Do You Trust Hotel and Restaurant Reviews?

This Oahu hotel had stellar TripAdvisor reviews. We were floored on arrival, and thought about leaving immediately and sleeping in the car. It was the 2005 Pro Bowl weekend and everything was booked solid, except for this hotel. We checked out after one night, which was one night too many.

It all comes down to who do you trust.

According to Jeremiah Owyang of Forrester Research, more than 83% of us trust the opinion of an acquaintance or friend, while only 30-49% of us trust the opinion of various website editors.

Another study, by Pollara Research, indicated that nearly 80% of those surveyed said they were likely to trust recommendations by real-world friends and family, but only 23% reported being likely to consider a well-known blogger’s recommendation.

For the most part, I found myself in agreement with these studies. It is sometimes difficult to know who you can trust and whether there was any monetary influence in a review. For me, it is more intuition than anything else. Also, does the writer seem to convey a true sense of objectivity about the property. If it is all glowing, that gets me wondering straight away.

Contrast individual reviews with travel review sites like TripAdvisor or Virtual Tourist, in which I needn’t feel trust towards any one author, because there are abundant reviews that I can myself digest and correlate.

A recent Travel and Leisure article spoke about travel review sites and also questioned their credibility. Some sites are making considerable progress in helping you find the truth in their reviews. We’ve previously expressed concerns too about travel review sites, and discussed ways to cut through the muck. TripAdvisor also suffers from an inherent corporate conflict of interest, inasmuch as it is now owned by Expedia.

This starting us thinking about Beat of Hawaii review policies. We enjoy sharing our finds with visitors, and have never received compensation in any form for our reviews. In only one case, (Westin Princeville Ocean Resort), did a hotel or restaurant even know that we would be on site.

What has your experience been with travel reviews? I look forward to hearing your comments.

8 thoughts on “Do You Trust Hotel and Restaurant Reviews?”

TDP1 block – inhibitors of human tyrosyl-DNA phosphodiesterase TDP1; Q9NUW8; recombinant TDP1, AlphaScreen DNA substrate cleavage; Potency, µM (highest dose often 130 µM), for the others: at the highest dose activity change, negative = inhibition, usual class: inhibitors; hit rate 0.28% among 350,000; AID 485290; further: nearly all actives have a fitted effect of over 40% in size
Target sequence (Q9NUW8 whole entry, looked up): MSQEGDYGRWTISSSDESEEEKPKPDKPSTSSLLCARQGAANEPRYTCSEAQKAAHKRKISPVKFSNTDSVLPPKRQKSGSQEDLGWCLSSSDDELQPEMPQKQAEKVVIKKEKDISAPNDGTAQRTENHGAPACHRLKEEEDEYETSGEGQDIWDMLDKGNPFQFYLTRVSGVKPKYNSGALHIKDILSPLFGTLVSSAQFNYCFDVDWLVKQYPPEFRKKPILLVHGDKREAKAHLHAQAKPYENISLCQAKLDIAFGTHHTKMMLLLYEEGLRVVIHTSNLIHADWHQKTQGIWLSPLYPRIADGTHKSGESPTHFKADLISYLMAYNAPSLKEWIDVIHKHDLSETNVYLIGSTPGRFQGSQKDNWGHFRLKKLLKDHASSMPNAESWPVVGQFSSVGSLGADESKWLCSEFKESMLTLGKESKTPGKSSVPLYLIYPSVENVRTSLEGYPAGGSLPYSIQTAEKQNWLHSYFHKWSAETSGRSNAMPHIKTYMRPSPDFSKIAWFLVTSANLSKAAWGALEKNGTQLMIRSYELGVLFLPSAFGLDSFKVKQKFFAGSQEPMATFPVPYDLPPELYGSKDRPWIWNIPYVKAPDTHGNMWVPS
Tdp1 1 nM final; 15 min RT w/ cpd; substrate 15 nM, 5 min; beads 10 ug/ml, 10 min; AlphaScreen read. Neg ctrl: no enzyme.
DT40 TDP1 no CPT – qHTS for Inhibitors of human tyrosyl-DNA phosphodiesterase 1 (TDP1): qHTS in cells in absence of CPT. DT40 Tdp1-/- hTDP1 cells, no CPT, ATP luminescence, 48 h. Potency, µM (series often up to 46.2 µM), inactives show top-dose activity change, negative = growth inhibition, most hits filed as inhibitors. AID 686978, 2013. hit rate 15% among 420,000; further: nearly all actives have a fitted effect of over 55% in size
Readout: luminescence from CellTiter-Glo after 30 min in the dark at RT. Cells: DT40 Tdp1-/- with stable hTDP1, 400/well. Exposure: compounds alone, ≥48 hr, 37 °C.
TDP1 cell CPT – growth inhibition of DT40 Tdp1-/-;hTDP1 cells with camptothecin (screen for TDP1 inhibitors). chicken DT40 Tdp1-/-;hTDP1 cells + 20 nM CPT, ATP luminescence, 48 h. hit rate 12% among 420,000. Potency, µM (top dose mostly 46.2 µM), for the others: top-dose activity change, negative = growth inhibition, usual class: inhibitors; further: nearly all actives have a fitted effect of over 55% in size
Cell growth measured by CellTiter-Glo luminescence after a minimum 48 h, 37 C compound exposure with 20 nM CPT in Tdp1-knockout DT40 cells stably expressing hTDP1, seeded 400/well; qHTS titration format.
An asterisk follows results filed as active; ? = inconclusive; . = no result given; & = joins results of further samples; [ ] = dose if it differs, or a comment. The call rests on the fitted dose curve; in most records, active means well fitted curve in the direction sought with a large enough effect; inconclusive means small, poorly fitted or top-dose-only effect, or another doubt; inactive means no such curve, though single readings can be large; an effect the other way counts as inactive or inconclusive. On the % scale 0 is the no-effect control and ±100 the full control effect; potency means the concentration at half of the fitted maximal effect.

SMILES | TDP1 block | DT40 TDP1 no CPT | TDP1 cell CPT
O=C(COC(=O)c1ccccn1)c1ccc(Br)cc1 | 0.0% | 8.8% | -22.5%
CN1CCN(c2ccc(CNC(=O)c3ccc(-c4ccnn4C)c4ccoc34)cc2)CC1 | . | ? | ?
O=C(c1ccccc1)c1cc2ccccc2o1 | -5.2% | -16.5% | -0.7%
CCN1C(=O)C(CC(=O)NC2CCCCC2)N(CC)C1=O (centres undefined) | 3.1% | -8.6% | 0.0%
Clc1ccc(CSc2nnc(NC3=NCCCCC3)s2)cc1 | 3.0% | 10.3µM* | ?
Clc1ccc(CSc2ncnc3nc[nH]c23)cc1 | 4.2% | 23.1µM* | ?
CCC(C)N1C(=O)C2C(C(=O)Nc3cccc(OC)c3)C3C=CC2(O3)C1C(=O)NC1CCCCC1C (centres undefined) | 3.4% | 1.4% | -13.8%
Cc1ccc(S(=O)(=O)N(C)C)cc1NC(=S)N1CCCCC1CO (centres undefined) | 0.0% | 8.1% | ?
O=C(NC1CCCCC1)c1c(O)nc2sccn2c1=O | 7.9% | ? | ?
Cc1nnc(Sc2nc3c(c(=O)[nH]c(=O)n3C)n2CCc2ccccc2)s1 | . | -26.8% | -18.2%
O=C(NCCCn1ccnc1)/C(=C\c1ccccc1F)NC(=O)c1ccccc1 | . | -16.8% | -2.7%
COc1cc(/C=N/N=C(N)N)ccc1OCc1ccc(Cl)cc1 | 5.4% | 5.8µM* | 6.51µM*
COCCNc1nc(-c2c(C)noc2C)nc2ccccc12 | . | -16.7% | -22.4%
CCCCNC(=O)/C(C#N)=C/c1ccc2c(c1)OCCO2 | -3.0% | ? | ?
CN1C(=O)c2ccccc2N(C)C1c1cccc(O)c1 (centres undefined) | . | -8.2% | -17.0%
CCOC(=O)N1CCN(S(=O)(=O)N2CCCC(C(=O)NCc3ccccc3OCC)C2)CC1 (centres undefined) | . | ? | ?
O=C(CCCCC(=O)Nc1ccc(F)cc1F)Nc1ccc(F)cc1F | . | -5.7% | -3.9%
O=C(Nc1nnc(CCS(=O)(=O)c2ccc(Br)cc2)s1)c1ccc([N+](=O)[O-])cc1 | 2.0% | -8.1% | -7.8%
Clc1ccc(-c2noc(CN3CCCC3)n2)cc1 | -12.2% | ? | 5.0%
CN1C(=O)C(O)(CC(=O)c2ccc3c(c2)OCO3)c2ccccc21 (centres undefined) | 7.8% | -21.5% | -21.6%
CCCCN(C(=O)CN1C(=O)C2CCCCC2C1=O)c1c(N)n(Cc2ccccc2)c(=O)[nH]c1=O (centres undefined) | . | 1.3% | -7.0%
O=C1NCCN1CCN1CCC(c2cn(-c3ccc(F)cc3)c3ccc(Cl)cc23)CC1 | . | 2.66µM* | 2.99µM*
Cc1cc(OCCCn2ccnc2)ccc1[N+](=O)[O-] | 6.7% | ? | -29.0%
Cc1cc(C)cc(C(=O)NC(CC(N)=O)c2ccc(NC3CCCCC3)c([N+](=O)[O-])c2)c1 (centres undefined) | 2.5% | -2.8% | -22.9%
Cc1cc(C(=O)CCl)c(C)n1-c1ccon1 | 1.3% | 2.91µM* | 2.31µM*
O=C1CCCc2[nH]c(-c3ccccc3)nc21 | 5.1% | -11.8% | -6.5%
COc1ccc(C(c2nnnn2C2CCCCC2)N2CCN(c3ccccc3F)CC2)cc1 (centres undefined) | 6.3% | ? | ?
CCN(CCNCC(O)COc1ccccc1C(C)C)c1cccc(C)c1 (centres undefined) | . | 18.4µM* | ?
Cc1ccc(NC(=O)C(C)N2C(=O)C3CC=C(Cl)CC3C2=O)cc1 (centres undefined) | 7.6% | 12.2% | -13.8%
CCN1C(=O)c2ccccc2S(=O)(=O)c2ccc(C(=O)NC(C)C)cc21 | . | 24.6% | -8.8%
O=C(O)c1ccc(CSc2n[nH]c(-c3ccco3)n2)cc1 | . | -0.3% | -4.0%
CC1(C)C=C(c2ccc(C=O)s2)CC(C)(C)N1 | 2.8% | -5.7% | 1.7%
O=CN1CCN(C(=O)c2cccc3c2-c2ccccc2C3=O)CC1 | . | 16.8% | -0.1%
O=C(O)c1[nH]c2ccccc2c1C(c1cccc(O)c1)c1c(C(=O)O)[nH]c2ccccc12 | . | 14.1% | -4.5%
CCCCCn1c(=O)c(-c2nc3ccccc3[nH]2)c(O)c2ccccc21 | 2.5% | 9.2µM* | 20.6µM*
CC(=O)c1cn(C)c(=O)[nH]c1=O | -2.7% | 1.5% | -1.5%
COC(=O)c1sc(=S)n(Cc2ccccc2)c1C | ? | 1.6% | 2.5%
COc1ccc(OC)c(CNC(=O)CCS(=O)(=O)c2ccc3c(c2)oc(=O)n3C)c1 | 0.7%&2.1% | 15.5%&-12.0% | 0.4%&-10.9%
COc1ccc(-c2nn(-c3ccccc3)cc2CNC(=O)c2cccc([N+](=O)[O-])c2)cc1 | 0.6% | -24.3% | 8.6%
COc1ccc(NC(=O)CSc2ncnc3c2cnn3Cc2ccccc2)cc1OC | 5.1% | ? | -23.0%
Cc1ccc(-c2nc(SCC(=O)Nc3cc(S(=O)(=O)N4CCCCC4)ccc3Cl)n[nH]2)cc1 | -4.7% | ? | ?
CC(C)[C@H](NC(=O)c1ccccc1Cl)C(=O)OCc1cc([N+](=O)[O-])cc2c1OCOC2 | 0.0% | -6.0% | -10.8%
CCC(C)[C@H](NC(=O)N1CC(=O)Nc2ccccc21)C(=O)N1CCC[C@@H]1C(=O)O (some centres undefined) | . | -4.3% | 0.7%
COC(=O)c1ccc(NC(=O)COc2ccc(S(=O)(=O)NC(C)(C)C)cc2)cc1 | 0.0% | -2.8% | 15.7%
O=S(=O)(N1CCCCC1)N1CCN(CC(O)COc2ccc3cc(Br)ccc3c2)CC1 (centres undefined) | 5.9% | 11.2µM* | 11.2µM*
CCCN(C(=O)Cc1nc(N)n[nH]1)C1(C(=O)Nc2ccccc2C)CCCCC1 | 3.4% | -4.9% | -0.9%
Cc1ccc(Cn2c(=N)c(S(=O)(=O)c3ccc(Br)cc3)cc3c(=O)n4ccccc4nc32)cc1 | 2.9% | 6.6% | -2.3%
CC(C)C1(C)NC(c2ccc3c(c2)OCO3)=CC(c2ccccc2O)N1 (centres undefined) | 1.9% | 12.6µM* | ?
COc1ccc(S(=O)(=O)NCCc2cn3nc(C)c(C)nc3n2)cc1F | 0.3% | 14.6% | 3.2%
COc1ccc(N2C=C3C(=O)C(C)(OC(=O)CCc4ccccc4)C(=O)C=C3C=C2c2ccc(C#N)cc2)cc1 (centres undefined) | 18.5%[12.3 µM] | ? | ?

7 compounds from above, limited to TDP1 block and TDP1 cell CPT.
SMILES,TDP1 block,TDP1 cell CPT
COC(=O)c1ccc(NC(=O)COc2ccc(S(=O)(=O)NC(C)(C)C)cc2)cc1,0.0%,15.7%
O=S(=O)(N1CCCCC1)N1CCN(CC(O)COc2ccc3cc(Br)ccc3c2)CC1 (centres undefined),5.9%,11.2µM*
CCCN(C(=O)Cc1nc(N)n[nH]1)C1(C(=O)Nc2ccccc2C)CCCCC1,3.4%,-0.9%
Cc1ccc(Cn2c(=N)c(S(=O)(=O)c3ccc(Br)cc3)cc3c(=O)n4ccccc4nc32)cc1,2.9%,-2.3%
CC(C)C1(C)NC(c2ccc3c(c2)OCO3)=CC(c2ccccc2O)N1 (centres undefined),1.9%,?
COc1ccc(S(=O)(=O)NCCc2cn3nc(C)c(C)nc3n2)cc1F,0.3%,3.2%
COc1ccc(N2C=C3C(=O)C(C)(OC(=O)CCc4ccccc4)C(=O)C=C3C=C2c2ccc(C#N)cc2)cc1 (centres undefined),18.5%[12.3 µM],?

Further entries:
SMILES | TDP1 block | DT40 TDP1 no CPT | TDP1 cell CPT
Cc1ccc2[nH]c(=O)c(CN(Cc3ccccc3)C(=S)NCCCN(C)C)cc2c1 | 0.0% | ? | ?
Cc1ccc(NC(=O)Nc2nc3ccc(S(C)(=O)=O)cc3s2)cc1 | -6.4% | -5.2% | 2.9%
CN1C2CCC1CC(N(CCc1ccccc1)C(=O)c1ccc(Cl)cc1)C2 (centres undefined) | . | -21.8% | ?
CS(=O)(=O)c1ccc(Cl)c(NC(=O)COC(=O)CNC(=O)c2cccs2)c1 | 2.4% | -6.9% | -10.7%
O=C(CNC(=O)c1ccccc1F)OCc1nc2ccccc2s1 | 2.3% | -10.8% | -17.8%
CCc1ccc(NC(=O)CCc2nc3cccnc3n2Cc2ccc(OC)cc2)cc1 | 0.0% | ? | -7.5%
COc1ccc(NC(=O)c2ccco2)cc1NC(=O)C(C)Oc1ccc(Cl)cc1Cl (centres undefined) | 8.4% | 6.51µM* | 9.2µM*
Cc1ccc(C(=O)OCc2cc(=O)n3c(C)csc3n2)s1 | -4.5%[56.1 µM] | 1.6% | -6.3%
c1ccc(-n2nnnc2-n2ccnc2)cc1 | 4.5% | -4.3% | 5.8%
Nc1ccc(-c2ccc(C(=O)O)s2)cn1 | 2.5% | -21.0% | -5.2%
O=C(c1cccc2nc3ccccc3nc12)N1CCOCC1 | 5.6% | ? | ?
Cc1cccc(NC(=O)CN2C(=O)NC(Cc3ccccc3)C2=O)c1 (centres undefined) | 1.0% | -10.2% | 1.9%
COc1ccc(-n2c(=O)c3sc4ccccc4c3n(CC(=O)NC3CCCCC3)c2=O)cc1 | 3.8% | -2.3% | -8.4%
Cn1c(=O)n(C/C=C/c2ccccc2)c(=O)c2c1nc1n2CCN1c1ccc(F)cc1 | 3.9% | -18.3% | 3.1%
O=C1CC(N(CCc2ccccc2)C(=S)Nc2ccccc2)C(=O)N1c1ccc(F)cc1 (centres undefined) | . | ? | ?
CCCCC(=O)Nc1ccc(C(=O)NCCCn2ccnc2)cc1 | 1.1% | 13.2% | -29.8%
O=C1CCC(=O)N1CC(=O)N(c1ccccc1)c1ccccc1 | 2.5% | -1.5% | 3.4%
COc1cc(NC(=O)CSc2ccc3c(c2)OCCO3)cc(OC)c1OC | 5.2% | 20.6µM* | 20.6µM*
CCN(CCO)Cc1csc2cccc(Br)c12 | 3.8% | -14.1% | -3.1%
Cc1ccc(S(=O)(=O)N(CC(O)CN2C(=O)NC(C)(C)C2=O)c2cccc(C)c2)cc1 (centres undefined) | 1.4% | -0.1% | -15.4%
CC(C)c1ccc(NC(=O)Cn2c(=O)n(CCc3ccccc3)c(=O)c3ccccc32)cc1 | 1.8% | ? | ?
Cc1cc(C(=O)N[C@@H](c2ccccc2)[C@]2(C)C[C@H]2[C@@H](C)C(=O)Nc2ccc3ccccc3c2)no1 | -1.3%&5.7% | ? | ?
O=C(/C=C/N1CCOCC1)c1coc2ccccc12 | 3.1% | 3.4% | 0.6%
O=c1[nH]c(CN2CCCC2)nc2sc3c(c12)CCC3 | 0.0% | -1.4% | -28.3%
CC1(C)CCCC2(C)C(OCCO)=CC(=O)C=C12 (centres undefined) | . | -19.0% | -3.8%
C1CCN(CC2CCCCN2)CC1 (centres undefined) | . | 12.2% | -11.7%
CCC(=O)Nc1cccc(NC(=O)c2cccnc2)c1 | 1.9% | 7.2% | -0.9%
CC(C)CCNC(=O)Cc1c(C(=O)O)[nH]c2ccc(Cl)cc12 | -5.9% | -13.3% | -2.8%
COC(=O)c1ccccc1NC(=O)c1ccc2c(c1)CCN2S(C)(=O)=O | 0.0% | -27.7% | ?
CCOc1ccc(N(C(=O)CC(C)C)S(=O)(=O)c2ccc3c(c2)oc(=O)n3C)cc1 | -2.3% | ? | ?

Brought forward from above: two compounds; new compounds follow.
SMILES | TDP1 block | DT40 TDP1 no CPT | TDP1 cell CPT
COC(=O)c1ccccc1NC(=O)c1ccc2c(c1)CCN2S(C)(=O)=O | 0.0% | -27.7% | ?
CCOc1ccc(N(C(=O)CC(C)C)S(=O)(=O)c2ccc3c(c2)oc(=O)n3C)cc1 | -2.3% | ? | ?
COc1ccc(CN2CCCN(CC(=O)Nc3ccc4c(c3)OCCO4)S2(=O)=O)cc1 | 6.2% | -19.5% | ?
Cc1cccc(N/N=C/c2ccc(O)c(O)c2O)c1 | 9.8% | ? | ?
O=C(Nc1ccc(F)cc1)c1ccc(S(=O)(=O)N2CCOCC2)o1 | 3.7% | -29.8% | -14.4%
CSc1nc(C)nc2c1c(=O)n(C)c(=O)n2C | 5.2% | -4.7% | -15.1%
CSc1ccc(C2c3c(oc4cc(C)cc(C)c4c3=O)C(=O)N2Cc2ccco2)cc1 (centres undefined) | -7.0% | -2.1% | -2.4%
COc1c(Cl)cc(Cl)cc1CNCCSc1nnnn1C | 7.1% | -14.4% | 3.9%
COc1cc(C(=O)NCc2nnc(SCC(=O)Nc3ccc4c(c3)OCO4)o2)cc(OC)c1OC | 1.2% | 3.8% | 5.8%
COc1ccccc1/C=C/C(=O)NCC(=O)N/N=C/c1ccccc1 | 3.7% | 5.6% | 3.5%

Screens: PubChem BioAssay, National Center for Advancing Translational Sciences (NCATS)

1. It can be confusing and next to useless when the reviews run the gamut from “Nice place, management was very attentive” to “I wouldn’t recommend to my worst enemy”. I guess all things are relative. A few years ago we went to the “best luau on Big Island” and were immensely disappointed with the entire experience, from having to wait in a “garden” for more than an hour without even a complimentary beverage to the availability of food at the buffet table. But I’m sure others enjoyed it. I guess it comes down to live and learn.

  2. Just a few thoughts contributing to this great discussion.
    Unfortunately, a lot of the times people post feedbacks about a place they stayed at when they had a negative experience and wanted to vent their frustration. Why ‘waste’ time when it was meeting their experience?!
    Just heard recently from a friend in Hawaii that she never even goes in a blog when one comes up in a search result because she does not like blogs and does not trust them. Her reasoning: They always just want to sell something. Some truth there.
    Word-of-mouth is still the best advertising and trusted the most.
    Reading traveler reviews in tripadvisor or travelocity is a skill. Using comming sense mostly helps finding the basic message.

    Much more to say. Mahalo Jeff for starting this valuable discussion. Aloha, Pua

  3. Hi Jared,

    On April 14, we did a review of Equus, so please have a look. We’ve stayed there twice recently, and for the money, were very satisfied.



  4. What information can you tell me about The Equus-an aqua hotel? I am staying there for 8 nights in January 09.

  5. Hi Jeanne,

    What a nice comment! Thank you.

    We’ll be identifying the dreadful hotel in question in our newsletter that will be out next Monday.

    As you’ll read, it isn’t a current review, and we wanted to re-check the property before we commented further.

    I’ll say, however, that I’ve never been able to get the horror of a 1-night stay at this hotel out of my mind, even after 3 years.

    I concur completely with your thoughts about both TripAdvisor and the value of triangulation between multiple professional and traveler reviews.

    Best aloha.
    Beat of Hawaii

  6. Hi,

    Love the blog and immediately bookmarked it!

    I’m wondering, though, why you don’t identify the hotel in the picture. I’m very curious to read the reviews in TripAdvisor. How many ratings did it get? Were they consistently good?

    I use TripAdvisor all the time, and I love it. But I’m always wary when there are only a few reviews, or when they contradict each other completely. I take those with a grain of salt.

    It seems to me that the real value of TripAdvisor is in the wisdom of the masses. Only when you can see the cumulative results of a large number of reviews do you get a relatively fair and objective idea of the merits of a place. And the photos that readers contribute are also very valuable in evaluating a property. I hope you’ve uploaded that one!

    I’ve never seen TripAdvisor as a competitor to guidebooks and professional reviews, but as a complement to them. I read both, and evaluate all the information I can get, always considering the source.

    Anyhow, congrats on the great blog. I’ll keep reading.


  7. Blogging is a long term effort, and in fact, it helps to cement and build relationships. Some of these relationships indeed become ‘friends’ and as a result, move the trust into the first category.

    Keep at it!

Comments are closed.

Scroll to Top